The Early Childhood STEM Habits of Mind were developed to:
• to raise awareness of STEM and its importance in the early years; • (b) to provide a shared way of thinking and talking about STEM learning
experiences by focussing on habits of mind and learning dispositions; and • (c) to serve as an integrating device for planning STEM education in early
childhood settings. The Habits of Mind move beyond the individual disciplines or silo approach to STEM.
• The habits include those that are used routinely by professionals in STEM-related fields. It positions young children as inquirers, observers, describers, encoders, decoders, engineers, pattern sniffers, experimenters, measurers and predictors. The Early Childhood STEM Habits of Mind align with the Australian Early Years Learning Framework (EYLF)2. Specifically, the habits align with:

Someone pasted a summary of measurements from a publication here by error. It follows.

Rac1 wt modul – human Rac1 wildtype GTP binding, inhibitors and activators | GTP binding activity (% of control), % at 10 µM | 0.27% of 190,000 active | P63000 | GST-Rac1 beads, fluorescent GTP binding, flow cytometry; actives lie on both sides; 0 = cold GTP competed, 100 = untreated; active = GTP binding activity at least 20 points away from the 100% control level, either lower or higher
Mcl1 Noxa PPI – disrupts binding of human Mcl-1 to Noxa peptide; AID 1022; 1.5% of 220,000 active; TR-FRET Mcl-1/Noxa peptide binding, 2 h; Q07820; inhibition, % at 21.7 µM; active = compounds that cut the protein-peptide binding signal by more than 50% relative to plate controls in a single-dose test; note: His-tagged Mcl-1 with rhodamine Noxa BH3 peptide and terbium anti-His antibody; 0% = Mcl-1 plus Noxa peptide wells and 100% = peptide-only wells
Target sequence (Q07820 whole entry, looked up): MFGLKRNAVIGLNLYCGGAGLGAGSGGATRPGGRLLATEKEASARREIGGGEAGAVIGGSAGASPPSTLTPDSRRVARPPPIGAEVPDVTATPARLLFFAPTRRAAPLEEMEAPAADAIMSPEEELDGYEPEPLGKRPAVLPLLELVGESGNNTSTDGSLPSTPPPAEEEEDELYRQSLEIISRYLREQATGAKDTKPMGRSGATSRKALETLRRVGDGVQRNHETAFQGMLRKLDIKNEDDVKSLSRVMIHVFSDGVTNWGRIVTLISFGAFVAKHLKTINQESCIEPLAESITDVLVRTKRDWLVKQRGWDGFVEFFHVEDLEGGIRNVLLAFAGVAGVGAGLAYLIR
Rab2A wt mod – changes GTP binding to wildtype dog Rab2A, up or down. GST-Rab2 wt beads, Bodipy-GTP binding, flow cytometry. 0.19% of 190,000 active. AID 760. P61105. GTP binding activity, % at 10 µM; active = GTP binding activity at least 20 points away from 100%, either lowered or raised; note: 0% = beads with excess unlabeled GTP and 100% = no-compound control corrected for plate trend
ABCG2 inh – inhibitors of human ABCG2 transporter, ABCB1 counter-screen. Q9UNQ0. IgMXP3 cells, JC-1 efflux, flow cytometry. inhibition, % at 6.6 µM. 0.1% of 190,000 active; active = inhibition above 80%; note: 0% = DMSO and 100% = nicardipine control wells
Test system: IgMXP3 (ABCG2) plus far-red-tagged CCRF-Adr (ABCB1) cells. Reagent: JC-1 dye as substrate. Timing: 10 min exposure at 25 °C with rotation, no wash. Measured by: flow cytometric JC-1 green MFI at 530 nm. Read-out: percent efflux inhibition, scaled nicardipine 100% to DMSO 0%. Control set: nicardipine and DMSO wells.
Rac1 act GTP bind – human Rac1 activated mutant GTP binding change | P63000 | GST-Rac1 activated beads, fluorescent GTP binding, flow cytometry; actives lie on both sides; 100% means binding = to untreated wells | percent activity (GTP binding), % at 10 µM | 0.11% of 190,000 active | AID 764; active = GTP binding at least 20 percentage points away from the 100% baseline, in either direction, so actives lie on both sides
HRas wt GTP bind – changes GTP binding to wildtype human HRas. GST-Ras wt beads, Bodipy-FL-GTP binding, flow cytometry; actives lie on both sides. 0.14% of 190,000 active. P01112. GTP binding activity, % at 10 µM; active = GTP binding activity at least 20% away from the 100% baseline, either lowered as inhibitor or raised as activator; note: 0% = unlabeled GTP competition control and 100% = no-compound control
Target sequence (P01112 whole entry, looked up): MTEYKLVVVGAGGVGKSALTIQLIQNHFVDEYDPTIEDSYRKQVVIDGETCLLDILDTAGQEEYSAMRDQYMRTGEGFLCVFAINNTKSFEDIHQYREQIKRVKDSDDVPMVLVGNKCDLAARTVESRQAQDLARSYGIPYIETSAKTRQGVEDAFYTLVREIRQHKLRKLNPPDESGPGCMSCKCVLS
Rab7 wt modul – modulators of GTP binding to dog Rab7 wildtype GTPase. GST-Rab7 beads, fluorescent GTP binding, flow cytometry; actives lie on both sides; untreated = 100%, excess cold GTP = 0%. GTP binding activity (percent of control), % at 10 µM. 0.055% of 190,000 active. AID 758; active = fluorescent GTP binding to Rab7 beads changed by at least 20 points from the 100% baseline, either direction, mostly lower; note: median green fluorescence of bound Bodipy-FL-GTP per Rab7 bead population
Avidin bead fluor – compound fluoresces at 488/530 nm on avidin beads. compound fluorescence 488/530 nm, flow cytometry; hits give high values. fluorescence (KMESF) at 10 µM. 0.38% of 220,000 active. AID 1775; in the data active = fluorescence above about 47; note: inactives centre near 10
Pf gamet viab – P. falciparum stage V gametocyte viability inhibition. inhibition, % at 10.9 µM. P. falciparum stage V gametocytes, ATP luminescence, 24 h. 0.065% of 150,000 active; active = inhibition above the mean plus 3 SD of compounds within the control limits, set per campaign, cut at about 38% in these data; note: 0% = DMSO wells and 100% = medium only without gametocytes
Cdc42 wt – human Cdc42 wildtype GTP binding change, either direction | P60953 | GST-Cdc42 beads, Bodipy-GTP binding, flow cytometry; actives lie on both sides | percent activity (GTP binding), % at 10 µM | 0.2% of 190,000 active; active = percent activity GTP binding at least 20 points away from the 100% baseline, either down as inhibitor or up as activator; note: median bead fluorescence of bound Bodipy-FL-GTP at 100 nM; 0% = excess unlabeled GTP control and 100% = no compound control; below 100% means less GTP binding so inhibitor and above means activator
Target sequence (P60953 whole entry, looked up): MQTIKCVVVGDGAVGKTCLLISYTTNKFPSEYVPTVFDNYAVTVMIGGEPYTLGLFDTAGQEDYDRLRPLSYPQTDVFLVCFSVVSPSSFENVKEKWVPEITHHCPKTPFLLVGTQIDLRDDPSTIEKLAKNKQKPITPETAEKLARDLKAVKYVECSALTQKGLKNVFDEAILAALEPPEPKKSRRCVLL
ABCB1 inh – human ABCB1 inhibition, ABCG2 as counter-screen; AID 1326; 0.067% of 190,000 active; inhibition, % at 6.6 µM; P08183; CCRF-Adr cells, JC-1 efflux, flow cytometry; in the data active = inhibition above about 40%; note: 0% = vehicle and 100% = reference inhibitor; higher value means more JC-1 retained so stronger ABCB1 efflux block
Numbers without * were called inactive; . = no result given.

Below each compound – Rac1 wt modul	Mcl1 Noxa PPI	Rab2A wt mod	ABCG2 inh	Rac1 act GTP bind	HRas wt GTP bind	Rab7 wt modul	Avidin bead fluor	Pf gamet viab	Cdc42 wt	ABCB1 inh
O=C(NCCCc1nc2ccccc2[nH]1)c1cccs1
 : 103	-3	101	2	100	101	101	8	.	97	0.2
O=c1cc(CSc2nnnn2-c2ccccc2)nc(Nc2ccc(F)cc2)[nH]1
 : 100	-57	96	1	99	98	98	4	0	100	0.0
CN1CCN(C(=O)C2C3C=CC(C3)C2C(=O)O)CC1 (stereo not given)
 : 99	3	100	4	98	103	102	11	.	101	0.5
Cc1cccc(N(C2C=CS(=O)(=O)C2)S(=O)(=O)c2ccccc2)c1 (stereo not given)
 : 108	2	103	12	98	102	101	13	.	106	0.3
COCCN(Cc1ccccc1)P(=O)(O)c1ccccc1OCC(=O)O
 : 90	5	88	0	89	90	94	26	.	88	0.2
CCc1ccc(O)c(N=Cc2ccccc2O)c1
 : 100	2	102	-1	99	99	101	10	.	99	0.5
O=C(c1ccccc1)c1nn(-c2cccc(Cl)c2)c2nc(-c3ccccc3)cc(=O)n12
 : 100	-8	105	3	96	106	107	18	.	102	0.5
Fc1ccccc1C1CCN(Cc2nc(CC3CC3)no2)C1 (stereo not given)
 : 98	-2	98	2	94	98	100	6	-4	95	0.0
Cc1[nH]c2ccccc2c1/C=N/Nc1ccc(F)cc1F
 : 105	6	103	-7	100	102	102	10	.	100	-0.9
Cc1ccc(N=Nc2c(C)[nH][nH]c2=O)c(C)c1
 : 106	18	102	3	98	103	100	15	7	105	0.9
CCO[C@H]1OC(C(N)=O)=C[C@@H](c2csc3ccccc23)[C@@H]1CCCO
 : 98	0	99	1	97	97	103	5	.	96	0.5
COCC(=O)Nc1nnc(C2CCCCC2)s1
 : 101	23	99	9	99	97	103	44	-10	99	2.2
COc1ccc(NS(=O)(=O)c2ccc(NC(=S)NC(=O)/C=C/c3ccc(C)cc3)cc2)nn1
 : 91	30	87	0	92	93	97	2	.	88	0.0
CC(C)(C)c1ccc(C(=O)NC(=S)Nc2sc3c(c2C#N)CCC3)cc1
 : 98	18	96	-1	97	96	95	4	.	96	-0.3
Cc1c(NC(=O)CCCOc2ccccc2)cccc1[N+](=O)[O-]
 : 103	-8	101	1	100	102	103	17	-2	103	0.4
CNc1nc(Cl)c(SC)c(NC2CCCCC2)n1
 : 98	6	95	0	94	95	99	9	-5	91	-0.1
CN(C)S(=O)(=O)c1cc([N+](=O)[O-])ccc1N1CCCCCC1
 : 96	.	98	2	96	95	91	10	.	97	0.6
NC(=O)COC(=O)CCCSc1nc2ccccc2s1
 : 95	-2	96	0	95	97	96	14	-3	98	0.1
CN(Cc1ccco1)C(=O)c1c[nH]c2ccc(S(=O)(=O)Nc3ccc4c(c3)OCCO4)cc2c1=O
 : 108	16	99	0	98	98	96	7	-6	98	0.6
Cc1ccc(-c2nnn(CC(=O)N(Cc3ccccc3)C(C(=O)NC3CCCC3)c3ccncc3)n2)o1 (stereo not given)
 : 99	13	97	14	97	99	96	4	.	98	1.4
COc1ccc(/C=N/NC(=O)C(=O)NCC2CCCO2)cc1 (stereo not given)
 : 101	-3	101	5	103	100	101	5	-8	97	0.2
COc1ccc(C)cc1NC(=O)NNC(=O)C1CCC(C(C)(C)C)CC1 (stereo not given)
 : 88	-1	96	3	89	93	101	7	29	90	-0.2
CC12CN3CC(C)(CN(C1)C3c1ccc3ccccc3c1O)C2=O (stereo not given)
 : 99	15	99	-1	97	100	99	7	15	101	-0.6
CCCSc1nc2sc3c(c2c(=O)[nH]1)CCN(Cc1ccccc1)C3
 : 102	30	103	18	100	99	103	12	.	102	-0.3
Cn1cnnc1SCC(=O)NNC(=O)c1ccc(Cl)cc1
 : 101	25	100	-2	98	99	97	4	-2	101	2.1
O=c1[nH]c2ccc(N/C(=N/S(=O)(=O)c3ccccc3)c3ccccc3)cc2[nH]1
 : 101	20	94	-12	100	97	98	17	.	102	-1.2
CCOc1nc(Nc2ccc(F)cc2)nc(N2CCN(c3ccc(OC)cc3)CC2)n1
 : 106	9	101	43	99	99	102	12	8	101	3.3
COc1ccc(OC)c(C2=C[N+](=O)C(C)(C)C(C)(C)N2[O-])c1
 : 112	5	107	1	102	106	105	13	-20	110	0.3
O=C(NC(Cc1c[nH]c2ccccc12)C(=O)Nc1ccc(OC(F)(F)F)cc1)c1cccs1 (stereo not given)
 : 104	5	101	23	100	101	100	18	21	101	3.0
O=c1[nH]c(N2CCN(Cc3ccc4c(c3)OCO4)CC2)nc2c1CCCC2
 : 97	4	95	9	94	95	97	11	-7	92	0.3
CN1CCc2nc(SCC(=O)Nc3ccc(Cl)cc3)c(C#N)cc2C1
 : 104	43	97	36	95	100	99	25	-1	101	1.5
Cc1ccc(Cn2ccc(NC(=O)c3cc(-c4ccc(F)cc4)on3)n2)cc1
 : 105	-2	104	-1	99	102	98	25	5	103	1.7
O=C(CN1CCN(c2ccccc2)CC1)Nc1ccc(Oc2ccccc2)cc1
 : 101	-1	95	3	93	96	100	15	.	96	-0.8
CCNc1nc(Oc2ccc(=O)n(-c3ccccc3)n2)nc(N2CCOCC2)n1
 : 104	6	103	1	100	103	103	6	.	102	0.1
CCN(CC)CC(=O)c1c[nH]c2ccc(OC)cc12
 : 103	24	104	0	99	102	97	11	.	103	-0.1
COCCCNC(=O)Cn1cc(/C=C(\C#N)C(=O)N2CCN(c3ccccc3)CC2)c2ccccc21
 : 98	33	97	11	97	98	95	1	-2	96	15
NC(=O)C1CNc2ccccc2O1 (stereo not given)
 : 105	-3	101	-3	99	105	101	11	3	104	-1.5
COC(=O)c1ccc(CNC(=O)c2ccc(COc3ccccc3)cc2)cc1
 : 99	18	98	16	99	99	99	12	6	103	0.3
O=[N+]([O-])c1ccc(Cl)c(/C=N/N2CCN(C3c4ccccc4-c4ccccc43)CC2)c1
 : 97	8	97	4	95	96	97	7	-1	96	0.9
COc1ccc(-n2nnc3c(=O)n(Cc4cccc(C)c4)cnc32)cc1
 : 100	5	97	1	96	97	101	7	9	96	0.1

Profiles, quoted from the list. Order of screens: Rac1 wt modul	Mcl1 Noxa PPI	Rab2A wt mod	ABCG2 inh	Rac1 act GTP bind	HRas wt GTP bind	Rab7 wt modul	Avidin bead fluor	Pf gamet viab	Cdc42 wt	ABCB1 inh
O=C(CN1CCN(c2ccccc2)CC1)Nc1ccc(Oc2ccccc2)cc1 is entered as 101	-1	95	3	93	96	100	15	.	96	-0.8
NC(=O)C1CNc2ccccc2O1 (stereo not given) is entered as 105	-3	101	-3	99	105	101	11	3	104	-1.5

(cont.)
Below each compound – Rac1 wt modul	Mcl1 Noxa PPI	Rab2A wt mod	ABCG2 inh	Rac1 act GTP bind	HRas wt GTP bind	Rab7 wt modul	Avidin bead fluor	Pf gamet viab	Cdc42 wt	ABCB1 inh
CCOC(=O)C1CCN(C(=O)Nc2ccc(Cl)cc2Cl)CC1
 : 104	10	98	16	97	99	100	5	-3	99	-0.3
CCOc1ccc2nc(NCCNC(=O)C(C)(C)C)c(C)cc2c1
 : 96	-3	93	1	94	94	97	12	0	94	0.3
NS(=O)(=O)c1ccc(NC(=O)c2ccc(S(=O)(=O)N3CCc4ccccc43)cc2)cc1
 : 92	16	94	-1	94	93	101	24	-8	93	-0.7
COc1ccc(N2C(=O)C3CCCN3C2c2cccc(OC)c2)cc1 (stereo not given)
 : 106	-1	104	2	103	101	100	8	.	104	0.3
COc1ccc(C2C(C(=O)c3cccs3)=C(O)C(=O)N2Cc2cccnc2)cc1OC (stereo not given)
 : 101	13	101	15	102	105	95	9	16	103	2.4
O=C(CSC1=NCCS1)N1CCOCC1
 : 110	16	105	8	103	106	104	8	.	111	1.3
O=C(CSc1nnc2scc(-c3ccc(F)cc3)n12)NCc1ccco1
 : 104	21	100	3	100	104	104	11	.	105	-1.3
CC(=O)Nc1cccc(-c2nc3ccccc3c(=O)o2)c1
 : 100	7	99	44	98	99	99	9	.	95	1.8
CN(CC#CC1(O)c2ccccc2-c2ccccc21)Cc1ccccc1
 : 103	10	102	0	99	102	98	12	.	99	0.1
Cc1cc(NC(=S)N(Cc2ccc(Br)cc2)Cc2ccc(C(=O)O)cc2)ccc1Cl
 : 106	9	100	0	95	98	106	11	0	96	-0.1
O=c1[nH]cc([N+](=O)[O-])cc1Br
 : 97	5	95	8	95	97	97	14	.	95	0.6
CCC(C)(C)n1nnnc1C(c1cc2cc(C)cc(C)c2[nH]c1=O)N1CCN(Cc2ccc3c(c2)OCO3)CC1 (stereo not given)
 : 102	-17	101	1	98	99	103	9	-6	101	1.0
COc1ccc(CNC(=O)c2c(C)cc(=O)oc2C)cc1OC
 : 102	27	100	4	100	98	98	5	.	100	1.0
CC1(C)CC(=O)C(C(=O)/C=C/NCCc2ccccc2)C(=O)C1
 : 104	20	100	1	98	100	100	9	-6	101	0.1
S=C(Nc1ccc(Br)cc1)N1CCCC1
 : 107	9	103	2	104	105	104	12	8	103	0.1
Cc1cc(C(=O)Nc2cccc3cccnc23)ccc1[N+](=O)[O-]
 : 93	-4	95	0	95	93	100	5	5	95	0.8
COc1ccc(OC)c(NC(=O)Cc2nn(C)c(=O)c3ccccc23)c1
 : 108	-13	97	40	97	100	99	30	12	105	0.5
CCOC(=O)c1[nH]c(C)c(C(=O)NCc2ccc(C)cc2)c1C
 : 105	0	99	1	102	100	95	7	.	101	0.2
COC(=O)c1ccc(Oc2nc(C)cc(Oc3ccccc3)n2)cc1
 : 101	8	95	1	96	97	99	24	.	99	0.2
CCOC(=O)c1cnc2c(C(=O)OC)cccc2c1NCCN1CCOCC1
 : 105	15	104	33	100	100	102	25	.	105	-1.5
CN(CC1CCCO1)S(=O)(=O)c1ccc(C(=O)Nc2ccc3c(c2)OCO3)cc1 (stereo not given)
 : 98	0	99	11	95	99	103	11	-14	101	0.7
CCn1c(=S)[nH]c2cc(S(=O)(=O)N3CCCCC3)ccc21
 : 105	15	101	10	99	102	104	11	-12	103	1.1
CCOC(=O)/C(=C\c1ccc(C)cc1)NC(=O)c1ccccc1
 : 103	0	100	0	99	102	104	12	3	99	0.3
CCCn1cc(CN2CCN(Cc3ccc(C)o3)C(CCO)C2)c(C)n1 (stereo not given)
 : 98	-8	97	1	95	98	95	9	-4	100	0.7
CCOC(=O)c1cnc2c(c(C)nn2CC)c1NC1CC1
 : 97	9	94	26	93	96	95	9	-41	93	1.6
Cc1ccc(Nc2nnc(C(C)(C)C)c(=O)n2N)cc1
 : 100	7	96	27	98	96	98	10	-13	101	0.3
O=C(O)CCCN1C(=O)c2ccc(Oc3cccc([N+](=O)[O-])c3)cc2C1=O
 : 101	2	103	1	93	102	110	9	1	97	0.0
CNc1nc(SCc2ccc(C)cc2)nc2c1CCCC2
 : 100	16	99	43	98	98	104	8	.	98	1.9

Children are confident and involved learners, when learning about the world through active hands-on explorations and investigations and
5 Children are effective communicators, when expressing themselves, connecting with others and extending their learning.
Outcome 4
Outcome 5
STEM HABITS OF MIND STEM HABITS OF MIND
As per the principles and practices of the EYLF, a focus on developing habits of mind assumes that “children are capable and confident learners, who actively construct their own learning, and have capacities and rights to initiate and lead learning”3.